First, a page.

4. While the dough is rising, lightly grease a 9" round cake pans.
  5. To make the glaze, whisk together the syrup, and melted butter.
  6. Spread the glaze in the pan. Sprinkle the sugar and pecans atop the glaze.
  7. Transfer the dough to a lightly greased work surface, and pat or roll it into a 8" x 12" rectangle. It's a nice, soft dough, and pats out easily.
  8. To make the filling, whisk together the sugar, cinnamon, and flour.
  9. Sprinkle filling evenly over the dough, leaving an uncovered strip about 1" wide along one short end of the rectangle.
  10. Starting with the sugar-covered edge, roll the dough into a log the long way.
  11. Using a serrated knife, slice the log into 8 slices. In order to cut down on drag, it helps to rinse the blade in hot water, and wipe it off, between slices.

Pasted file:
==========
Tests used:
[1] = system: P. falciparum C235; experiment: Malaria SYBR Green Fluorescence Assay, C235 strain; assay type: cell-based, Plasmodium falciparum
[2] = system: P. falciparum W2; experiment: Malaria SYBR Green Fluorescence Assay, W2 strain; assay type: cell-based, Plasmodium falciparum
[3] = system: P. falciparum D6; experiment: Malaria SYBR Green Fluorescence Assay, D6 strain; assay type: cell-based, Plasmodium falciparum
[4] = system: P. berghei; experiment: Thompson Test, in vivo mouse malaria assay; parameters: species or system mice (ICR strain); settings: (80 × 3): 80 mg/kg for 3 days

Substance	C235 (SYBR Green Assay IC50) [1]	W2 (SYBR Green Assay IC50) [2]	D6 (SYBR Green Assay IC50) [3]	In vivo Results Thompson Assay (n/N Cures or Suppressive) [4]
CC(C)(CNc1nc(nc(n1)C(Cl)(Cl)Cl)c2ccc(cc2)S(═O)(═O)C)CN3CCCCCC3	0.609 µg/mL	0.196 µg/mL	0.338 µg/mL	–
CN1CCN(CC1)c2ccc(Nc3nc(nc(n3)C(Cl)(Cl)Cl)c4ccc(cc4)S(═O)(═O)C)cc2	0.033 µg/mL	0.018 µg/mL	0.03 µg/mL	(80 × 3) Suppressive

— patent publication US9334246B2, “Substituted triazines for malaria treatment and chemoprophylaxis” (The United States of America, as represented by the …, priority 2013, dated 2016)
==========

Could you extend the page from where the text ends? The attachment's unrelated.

12. Space the buns in the prepared pan. Cover the pan, and let the buns rise till they spread out and touch one another, about 60 to 90 minutes. Again I put them in my (cold) oven.
  13. Once the buns had risen, I took them out of the oven and then preheated the oven to 350°F.
  14. Bake the sticky buns for 15 minutes. Tent them lightly with aluminum foil, and bake till they're a light golden brown, about 10 more minutes.
  15. Remove the buns from the oven, and loosen their edges with a knife. Carefully—the sugar is hot!—turn them out onto a rack or parchment-covered sheet pan to cool, scraping any glaze that may have stuck to the pan onto the warm buns.
  16. Serve warm, or at room temperature. Wrap airtight and store at room temperature.

Tuesday, January 10, 2017

A man called Ove

Author: Frederick Backman

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Wish you all a very happy new year! Every time a new year begins, I always wonder how one year had passed. Sometimes it feels like it was just yesterday that that year had started. Then I start counting on my fingers what all happened during the year – the good and the bad but mostly it’s only fun to count the good – and I fall short of fingers. That’s when I realize no matter what all happens in a year it always feels like yesterday… And I want it to be like that! So I enticed you with the book cover, laying bait that there was a book review to be read and rambled on with my philosophies…